Study of MVI-118 Prostate Cancer Vaccine Expands, Adding Site in Seattle

Study of MVI-118 Prostate Cancer Vaccine Expands, Adding Site in Seattle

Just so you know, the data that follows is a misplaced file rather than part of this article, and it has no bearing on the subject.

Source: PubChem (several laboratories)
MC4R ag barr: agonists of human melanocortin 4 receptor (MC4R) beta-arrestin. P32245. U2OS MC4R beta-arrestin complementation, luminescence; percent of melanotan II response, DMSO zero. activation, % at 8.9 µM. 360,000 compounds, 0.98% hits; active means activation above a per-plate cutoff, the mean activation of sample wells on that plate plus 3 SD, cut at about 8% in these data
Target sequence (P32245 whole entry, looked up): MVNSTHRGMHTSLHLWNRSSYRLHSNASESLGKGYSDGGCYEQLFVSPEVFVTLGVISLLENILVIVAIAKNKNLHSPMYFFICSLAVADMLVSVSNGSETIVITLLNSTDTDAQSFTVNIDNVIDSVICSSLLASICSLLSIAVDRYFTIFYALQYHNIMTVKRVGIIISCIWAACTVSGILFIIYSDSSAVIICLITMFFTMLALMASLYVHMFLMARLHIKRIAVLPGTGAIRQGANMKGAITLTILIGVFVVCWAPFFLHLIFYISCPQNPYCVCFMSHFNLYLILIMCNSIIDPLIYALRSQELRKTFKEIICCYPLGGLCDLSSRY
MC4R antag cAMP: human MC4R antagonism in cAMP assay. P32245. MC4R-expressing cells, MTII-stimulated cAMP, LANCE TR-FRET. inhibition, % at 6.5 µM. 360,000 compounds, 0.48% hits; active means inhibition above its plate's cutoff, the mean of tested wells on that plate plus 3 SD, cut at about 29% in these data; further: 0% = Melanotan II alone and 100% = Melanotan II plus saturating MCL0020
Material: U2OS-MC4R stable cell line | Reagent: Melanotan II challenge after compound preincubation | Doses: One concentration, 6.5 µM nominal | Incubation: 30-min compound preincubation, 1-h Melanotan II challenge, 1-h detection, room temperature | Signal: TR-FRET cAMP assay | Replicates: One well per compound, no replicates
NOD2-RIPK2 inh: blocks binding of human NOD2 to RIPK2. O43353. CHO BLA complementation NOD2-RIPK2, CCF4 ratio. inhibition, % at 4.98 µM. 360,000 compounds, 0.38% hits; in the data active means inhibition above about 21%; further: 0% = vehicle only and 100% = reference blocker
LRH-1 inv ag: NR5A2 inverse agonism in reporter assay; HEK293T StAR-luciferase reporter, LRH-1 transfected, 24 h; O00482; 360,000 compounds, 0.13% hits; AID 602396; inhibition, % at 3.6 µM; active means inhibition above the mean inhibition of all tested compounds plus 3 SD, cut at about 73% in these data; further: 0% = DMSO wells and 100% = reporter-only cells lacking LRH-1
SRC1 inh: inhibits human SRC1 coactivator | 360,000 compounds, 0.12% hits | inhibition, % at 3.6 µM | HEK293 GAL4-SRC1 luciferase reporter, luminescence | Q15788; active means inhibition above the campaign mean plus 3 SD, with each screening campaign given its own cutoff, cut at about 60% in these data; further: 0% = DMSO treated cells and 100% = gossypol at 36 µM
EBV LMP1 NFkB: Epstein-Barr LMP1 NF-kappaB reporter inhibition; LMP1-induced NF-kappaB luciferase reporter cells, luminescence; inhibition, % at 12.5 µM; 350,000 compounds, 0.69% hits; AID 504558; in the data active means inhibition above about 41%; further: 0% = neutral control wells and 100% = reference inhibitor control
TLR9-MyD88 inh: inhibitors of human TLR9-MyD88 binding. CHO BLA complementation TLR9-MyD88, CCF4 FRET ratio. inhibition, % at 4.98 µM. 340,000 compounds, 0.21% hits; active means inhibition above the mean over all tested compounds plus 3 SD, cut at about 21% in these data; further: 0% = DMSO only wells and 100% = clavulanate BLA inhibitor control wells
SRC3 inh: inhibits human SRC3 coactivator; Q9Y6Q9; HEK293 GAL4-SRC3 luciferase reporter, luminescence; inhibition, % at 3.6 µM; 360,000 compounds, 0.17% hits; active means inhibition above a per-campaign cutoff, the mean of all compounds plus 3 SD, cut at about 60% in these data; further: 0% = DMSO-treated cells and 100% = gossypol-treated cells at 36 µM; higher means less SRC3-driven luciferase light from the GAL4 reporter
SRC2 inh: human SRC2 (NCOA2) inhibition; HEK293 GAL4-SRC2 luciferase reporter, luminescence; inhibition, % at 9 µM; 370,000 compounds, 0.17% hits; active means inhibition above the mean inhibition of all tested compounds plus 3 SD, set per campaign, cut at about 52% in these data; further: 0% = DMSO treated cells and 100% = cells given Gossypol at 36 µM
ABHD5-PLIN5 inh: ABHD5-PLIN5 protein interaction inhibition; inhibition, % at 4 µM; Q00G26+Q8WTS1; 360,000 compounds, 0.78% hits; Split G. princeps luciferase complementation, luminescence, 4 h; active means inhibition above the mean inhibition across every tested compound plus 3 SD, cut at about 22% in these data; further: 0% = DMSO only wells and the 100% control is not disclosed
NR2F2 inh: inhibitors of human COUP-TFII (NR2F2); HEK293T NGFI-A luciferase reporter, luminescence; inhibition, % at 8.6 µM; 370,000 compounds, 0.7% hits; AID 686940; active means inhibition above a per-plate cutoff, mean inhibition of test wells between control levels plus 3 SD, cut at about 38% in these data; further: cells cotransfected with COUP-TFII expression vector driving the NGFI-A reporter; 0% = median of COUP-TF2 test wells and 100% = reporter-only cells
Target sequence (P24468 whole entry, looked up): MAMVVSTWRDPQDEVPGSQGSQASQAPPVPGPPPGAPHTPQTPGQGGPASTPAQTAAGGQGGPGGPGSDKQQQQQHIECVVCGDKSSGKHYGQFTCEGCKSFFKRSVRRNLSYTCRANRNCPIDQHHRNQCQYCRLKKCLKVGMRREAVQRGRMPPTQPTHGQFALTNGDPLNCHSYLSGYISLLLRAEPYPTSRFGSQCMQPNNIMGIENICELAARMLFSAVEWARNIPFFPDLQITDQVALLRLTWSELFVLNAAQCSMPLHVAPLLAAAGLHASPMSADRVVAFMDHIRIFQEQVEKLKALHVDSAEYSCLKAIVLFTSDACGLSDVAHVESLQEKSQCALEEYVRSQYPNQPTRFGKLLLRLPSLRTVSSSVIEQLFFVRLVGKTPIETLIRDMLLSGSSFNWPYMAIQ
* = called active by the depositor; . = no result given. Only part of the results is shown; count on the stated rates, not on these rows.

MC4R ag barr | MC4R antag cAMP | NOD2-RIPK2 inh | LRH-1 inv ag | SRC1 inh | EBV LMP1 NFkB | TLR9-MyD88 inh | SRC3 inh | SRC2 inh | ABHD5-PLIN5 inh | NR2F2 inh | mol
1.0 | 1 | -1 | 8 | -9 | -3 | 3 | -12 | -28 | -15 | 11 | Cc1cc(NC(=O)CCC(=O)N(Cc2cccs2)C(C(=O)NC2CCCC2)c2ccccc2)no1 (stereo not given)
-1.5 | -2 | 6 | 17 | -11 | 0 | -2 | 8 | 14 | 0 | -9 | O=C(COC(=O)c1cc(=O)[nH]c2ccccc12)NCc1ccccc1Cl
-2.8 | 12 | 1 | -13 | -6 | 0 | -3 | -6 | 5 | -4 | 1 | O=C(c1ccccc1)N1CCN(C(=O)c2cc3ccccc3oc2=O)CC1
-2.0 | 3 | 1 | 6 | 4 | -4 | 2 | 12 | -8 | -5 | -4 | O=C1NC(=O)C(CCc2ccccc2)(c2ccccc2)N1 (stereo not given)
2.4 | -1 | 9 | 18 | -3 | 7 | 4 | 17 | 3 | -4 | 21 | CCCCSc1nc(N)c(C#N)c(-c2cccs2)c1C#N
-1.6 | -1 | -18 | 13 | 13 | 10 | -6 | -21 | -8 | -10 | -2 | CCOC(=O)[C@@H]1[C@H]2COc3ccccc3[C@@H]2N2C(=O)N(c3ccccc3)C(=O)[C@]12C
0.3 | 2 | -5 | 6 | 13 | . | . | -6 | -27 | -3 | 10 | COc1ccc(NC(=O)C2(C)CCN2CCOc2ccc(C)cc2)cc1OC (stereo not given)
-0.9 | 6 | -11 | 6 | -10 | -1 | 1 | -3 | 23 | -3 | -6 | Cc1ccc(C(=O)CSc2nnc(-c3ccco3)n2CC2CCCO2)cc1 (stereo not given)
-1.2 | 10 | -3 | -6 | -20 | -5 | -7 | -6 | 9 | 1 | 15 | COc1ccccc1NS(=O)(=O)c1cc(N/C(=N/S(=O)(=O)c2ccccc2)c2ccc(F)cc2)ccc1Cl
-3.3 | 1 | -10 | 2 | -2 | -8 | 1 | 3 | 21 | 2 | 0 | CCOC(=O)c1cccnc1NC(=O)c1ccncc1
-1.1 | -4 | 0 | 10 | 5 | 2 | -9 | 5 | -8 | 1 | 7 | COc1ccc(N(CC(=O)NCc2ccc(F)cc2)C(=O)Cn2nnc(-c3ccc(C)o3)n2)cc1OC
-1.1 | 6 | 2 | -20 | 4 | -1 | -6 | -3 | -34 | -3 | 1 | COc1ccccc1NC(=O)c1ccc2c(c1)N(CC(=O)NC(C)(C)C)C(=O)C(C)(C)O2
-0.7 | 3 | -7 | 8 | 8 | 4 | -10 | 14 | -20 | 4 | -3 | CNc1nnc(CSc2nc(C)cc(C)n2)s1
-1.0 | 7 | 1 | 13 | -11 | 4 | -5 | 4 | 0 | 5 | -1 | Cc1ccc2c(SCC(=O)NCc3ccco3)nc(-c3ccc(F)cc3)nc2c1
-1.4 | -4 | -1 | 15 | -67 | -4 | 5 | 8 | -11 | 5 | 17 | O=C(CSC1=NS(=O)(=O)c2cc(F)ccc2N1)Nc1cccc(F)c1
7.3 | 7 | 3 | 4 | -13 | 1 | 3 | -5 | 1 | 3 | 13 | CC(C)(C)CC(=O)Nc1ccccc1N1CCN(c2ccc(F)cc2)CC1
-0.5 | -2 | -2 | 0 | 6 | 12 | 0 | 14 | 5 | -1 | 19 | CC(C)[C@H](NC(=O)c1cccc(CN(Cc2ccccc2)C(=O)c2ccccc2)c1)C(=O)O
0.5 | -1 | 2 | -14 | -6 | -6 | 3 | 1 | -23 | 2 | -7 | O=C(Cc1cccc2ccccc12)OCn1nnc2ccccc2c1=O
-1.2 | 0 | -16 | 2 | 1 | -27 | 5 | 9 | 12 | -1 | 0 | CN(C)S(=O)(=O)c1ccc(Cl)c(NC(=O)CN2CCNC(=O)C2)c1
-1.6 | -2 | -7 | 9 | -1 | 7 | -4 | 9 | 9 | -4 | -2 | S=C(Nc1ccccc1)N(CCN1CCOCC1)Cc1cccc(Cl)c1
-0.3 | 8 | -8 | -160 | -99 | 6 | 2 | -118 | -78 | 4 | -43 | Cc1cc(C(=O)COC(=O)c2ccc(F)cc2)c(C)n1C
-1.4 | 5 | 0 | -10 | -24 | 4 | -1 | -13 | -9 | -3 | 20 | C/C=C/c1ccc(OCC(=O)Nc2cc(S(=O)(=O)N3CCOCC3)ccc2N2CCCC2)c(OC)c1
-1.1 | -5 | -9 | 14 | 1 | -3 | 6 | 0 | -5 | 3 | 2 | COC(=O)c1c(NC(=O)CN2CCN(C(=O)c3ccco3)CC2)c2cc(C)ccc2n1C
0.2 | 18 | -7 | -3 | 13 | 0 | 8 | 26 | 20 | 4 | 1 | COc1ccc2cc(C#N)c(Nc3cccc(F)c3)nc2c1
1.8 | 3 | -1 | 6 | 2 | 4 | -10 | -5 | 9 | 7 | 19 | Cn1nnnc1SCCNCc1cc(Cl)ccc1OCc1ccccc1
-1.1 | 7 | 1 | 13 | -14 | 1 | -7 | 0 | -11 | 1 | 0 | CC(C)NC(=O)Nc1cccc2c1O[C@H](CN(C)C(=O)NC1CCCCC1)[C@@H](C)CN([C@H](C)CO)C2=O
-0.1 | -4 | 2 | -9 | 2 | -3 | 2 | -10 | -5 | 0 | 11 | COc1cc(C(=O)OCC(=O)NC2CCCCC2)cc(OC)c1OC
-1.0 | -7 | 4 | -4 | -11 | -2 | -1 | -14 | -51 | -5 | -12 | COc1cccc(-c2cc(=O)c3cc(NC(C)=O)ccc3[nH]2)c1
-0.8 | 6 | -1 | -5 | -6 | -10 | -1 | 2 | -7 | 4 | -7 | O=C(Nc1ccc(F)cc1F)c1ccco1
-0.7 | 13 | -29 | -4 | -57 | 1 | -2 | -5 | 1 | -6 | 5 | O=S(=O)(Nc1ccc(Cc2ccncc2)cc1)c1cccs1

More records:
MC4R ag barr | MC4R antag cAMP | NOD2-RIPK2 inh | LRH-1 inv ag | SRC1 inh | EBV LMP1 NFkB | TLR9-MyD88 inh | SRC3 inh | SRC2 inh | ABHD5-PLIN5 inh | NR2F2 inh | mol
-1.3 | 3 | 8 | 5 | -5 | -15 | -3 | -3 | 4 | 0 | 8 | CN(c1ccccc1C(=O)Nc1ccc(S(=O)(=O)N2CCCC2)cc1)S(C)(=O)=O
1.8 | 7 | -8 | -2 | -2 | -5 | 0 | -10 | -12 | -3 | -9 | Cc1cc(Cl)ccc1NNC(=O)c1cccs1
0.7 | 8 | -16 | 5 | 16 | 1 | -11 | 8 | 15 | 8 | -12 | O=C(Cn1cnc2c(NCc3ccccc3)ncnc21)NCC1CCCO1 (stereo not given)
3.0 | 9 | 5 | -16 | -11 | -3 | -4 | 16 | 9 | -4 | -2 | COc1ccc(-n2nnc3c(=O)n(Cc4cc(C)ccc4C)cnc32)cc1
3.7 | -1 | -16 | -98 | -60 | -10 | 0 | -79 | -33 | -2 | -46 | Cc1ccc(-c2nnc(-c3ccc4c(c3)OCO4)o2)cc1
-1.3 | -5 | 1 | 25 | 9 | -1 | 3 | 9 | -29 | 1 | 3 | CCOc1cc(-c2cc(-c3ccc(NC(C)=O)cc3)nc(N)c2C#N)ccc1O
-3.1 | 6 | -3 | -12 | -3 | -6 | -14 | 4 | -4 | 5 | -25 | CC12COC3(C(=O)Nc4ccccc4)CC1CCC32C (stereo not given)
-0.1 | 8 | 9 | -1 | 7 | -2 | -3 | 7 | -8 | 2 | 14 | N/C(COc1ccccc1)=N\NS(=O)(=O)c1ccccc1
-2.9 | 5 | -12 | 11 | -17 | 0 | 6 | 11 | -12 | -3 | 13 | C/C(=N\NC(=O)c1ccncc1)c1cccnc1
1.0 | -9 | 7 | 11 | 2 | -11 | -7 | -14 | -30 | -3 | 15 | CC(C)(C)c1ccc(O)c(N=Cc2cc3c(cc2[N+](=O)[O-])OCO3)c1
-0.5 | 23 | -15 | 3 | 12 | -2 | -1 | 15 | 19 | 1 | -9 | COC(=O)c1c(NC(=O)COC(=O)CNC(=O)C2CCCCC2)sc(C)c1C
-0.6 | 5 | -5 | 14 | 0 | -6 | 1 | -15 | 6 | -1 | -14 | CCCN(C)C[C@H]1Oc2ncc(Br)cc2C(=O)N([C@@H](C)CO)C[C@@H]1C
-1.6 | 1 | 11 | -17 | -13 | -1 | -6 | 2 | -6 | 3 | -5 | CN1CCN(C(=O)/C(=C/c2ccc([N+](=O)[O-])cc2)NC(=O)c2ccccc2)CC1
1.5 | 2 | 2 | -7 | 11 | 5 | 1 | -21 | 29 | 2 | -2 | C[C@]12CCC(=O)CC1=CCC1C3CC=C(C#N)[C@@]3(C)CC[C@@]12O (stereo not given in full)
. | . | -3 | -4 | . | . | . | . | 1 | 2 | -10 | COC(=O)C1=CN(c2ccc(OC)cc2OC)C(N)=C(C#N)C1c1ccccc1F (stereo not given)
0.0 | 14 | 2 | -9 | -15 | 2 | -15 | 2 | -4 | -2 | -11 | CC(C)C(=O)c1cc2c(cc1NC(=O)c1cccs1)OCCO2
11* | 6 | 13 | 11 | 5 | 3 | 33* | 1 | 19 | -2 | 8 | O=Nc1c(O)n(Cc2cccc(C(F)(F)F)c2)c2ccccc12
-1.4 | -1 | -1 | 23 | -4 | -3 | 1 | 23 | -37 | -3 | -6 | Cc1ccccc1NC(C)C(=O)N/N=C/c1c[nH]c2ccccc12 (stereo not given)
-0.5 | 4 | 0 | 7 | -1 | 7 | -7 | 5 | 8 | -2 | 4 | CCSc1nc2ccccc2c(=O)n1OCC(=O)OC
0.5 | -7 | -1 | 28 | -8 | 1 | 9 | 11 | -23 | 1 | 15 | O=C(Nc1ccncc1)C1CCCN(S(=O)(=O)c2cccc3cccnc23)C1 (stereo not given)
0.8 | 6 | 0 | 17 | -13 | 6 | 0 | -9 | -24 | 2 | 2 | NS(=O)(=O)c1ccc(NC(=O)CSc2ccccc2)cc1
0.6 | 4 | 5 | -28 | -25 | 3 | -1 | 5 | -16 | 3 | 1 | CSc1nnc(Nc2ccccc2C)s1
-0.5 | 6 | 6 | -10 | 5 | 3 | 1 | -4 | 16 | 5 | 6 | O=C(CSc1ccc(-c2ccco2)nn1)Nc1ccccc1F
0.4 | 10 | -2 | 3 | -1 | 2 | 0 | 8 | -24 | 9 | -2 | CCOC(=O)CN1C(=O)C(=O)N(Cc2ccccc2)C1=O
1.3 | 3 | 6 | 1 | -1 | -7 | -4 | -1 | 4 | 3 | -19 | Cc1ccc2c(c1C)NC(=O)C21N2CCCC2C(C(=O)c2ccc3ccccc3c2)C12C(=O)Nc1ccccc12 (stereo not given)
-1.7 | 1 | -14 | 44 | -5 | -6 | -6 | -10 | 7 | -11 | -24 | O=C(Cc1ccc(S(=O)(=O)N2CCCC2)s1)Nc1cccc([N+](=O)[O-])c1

A Phase 1 study evaluating the MVI-118 cancer vaccine in patients with metastatic prostate cancer is expanding to a third clinical site, the University of Washington in Seattle. The trial is studying whether MVI-118 can be used in combination with androgen deprivation therapy (ADT) to delay treatment resistance and prolong disease control in patients whose prostate cancer has spread to other areas of the body. It is already going in two clinical sites, the University of Wisconsin-Madison and the Rutgers Cancer Institute in New Jersey. "Many patients are reluctant to start chemotherapy treatment, especially if they are feeling well,” Michael Schweizer, MD, principal investigator at the University of Washington School of Medicine, said in a press release. “This study will provide vital information about the safety as well as the clinical and immunologic effects of a novel approach to treatment that may move us toward an effective alternative to chemotherapy for these men." MVI-118 is a plasmid DNA, or circular molecule of DNA, that contains the genetic information of the androgen receptor (AR). It is designed to foster constant activation of CD8-positive T-cells to induce potent immune responses against AR-positive cancer cells. This type of cancer vaccine can be manufactured rapidly, and is more stable in storage than a lot of other vaccines. In addition, the vaccine doesn't need to be individually engineered for each patient. “Although commonly referred to as ‘vaccines,’ our products are actually forms o
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